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Abstract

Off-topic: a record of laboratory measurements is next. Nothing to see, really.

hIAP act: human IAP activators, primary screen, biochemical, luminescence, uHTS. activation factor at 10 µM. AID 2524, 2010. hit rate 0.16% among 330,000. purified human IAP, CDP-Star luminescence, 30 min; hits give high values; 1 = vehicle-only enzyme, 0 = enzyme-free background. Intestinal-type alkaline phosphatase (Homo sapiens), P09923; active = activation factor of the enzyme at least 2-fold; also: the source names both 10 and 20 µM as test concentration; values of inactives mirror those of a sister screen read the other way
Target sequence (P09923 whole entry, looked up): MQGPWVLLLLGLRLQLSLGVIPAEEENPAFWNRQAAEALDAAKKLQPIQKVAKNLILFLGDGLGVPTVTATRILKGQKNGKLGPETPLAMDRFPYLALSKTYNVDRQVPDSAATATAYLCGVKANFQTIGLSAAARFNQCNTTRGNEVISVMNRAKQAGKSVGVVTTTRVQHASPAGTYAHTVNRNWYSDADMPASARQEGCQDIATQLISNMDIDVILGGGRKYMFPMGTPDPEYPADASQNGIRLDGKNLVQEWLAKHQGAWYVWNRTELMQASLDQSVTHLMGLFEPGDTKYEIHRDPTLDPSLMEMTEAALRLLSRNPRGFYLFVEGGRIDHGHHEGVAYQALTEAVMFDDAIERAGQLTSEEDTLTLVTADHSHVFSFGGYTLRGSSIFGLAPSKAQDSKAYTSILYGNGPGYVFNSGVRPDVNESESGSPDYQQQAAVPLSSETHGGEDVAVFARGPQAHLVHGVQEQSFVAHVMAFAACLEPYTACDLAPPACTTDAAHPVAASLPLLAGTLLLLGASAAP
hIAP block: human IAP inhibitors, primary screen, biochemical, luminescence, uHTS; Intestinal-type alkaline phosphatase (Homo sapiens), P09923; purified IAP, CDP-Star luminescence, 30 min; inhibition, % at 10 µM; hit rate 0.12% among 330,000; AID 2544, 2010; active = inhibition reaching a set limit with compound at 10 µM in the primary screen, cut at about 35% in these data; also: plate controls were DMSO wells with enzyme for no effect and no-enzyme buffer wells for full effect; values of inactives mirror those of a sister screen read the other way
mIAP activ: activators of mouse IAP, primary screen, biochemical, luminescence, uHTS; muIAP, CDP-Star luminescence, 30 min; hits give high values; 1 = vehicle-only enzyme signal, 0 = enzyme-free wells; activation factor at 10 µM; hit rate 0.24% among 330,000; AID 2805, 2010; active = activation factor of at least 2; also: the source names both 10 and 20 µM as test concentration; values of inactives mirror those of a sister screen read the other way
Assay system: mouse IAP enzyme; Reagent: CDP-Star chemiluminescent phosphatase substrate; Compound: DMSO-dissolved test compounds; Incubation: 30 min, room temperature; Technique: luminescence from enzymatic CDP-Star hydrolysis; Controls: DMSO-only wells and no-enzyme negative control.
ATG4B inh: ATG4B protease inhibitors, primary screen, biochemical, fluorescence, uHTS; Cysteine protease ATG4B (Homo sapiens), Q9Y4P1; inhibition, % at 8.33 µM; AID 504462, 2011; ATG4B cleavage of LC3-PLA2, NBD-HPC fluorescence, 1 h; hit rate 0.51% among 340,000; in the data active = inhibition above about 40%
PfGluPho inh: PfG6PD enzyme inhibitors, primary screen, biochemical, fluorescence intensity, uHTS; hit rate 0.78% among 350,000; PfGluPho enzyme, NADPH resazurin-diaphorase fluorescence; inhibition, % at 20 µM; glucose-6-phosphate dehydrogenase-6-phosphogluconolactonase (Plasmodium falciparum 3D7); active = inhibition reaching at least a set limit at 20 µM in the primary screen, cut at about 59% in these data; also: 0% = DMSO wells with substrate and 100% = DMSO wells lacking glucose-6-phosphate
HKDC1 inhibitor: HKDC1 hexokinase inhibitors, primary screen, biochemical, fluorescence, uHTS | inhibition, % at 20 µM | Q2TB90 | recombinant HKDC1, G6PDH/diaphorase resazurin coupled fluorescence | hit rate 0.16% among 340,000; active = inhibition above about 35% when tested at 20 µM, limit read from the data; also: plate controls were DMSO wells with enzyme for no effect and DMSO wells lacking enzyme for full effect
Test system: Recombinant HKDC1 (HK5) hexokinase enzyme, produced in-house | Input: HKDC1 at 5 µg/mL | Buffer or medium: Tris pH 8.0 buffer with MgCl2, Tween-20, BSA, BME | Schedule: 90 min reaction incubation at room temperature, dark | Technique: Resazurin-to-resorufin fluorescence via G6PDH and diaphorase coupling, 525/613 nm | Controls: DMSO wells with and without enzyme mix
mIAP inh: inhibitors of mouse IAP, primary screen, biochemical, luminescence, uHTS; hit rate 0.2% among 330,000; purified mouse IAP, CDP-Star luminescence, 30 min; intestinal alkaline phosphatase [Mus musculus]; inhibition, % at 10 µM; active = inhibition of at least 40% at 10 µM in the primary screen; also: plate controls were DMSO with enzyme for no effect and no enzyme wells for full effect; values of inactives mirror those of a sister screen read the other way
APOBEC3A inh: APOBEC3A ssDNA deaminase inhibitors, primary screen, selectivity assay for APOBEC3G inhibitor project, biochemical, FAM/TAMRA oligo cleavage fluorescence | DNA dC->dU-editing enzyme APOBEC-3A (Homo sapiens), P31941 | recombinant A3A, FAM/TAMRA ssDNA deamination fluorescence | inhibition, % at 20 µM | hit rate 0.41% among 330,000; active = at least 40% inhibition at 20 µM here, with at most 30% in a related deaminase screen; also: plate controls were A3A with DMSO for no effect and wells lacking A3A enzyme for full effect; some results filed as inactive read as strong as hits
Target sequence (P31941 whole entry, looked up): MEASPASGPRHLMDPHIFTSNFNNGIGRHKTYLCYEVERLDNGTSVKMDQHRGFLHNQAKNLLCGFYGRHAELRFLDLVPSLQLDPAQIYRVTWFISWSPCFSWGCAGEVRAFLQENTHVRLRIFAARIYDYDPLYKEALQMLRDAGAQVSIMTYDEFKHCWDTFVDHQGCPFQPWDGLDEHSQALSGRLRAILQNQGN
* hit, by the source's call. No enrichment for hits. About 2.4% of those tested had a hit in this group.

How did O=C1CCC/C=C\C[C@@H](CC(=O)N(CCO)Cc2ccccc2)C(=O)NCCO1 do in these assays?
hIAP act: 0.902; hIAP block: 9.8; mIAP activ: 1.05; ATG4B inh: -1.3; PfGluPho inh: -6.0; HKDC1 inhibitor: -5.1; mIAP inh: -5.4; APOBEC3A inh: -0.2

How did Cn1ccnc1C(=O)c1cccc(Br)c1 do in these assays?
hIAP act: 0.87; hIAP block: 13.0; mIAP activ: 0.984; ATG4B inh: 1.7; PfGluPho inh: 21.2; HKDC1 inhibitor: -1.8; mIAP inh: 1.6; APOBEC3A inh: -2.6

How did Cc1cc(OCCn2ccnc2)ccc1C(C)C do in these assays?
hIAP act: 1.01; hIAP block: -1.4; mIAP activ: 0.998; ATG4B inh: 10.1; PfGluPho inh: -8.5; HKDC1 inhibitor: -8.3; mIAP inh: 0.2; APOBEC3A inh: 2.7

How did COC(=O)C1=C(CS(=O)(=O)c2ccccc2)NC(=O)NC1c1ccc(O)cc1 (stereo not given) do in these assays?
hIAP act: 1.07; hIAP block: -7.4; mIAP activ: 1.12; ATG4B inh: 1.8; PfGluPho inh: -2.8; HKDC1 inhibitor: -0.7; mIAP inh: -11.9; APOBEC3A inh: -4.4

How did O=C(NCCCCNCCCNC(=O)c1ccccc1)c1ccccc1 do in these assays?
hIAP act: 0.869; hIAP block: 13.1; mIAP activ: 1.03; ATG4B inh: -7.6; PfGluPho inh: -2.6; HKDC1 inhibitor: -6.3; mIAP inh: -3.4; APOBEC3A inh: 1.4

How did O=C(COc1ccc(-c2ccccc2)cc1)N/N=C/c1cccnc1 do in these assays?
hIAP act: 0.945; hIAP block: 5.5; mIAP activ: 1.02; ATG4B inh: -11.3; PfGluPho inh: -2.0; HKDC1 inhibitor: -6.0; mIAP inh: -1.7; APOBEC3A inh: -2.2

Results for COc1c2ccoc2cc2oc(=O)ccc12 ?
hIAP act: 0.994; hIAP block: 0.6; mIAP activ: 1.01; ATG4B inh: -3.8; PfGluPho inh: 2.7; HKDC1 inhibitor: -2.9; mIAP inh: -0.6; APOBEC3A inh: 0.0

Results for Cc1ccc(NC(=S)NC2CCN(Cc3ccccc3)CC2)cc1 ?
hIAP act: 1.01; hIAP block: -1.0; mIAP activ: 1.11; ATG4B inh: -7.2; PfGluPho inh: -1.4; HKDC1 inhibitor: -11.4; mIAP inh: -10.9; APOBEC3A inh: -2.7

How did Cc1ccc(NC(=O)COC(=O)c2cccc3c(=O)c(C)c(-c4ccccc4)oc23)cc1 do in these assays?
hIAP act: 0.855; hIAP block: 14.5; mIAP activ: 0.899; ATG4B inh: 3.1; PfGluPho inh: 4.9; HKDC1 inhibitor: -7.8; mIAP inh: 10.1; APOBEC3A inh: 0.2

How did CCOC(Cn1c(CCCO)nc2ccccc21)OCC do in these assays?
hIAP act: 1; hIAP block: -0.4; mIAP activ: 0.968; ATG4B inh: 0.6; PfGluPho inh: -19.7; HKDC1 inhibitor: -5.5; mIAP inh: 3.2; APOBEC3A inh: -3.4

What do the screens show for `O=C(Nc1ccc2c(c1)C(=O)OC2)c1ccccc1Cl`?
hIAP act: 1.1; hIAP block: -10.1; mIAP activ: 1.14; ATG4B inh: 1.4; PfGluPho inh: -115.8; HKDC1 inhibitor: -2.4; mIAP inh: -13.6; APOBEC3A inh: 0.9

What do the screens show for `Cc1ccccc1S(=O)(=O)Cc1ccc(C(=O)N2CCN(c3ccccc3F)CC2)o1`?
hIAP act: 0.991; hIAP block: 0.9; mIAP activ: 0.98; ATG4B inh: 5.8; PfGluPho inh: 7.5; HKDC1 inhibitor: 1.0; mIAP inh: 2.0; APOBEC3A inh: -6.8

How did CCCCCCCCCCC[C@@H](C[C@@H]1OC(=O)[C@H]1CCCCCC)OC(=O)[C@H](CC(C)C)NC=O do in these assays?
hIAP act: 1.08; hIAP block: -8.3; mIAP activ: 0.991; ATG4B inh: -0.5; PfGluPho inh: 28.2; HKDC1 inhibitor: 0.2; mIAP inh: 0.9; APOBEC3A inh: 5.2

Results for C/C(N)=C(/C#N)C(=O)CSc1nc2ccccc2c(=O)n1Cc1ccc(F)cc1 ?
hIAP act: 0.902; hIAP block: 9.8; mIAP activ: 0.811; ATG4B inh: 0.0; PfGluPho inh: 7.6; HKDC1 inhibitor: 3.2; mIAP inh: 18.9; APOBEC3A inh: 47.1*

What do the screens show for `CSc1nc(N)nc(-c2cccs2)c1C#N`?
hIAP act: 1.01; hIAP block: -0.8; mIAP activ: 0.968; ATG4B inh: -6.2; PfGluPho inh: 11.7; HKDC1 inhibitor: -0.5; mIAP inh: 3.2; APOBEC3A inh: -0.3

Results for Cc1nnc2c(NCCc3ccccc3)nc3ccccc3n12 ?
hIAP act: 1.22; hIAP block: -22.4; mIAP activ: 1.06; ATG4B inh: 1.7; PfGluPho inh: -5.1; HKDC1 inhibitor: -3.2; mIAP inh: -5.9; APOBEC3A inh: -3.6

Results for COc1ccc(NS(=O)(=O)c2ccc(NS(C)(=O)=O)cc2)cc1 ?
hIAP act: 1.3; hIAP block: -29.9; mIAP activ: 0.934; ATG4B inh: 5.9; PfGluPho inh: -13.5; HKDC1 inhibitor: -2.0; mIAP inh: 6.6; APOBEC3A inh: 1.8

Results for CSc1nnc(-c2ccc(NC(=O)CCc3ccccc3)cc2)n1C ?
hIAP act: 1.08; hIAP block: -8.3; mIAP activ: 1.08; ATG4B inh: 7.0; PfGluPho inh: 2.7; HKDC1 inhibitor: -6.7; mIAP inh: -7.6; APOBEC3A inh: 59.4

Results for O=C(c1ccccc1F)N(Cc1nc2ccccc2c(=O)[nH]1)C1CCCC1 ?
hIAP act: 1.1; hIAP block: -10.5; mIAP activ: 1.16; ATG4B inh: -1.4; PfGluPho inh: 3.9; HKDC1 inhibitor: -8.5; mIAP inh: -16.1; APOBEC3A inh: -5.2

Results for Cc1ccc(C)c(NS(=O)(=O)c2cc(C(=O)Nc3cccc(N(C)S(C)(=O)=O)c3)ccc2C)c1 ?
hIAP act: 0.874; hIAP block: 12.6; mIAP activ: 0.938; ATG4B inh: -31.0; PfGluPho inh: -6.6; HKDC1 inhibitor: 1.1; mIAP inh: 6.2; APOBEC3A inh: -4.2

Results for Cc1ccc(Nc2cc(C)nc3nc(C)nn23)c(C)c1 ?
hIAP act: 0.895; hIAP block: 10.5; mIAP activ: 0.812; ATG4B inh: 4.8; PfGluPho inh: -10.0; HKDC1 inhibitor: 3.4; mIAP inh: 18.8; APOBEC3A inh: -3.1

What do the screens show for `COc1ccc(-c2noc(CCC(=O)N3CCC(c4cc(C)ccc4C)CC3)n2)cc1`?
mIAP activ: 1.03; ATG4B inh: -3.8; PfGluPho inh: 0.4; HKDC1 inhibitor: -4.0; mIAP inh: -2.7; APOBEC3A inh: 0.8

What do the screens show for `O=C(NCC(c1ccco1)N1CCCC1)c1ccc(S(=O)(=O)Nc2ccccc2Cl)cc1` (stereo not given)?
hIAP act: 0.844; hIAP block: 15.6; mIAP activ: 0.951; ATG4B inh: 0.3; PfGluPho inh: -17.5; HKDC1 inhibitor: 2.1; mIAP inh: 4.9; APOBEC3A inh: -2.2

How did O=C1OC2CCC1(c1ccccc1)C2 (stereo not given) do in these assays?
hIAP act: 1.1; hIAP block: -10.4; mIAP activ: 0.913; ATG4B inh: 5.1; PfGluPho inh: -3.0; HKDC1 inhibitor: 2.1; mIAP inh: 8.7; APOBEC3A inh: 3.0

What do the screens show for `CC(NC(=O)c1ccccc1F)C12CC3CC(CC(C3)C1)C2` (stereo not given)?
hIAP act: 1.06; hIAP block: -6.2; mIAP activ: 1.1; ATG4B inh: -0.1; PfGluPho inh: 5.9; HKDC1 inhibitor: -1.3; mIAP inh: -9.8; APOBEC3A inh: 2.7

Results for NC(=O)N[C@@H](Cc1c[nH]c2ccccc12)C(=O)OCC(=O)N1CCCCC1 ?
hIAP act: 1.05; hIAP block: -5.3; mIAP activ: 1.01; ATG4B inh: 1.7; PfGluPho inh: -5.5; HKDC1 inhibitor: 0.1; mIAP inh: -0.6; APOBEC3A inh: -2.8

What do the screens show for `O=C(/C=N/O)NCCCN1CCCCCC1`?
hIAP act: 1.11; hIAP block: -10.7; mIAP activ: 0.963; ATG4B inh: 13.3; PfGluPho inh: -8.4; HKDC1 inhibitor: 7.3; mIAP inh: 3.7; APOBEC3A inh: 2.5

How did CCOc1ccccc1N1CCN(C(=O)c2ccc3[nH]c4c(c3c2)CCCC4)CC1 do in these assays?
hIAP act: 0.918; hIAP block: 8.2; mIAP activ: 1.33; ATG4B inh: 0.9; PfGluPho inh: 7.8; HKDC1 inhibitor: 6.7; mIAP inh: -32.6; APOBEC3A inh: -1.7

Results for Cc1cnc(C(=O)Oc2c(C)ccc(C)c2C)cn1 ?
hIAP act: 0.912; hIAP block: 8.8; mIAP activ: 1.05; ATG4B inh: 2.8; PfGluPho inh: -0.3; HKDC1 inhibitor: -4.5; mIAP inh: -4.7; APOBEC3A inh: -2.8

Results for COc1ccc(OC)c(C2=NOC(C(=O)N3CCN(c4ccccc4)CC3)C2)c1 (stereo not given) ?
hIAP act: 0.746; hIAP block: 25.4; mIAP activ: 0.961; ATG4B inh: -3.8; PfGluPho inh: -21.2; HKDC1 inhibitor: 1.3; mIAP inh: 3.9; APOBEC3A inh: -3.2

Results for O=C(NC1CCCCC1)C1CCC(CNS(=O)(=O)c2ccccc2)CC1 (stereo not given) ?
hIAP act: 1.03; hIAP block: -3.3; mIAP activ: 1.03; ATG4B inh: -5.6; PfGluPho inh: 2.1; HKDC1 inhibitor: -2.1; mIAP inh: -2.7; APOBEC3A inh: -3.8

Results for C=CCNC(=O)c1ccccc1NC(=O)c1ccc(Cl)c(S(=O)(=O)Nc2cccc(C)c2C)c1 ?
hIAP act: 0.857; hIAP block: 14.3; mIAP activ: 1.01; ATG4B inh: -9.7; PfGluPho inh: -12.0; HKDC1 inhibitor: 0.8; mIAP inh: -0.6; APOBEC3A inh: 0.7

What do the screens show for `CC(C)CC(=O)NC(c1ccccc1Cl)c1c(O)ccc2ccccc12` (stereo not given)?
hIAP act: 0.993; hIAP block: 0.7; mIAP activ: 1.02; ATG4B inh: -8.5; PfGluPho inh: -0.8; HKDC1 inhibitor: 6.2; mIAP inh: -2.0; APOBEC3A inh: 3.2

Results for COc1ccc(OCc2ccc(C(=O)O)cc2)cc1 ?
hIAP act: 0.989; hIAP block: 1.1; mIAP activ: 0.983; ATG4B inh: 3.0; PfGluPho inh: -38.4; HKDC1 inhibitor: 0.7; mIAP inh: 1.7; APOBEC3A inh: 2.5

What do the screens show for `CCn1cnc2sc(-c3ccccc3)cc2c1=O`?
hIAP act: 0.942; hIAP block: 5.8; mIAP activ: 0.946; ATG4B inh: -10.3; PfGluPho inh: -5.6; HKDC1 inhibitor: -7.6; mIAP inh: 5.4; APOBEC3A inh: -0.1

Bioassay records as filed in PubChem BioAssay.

The article argues that the Second Circuit's recent decisions in Clinton v. City of New York and Monzon v. City of New York reduce the effectiveness of a §1983 claim against a municipality. The article highlights that the element of subjectivity required to determine the accrual period of a §1983 claim restricts the utility of the claim because it adopts a cultural standard at odds with a racialized societal reality. The author discusses whether consideration of plaintiffs' testimony, statements of state and local police officials, and media coverage of municipal and state employee actions should factor into determining the accrual of a §1983 claim. The article concludes suggesting that courts adhere to a theory of notice of a §1983 claim founded on facts connecting the municipal action to the plaintiff's injury, instead of basing notice on inferences regarding connections between individual municipal actors and the municipality.

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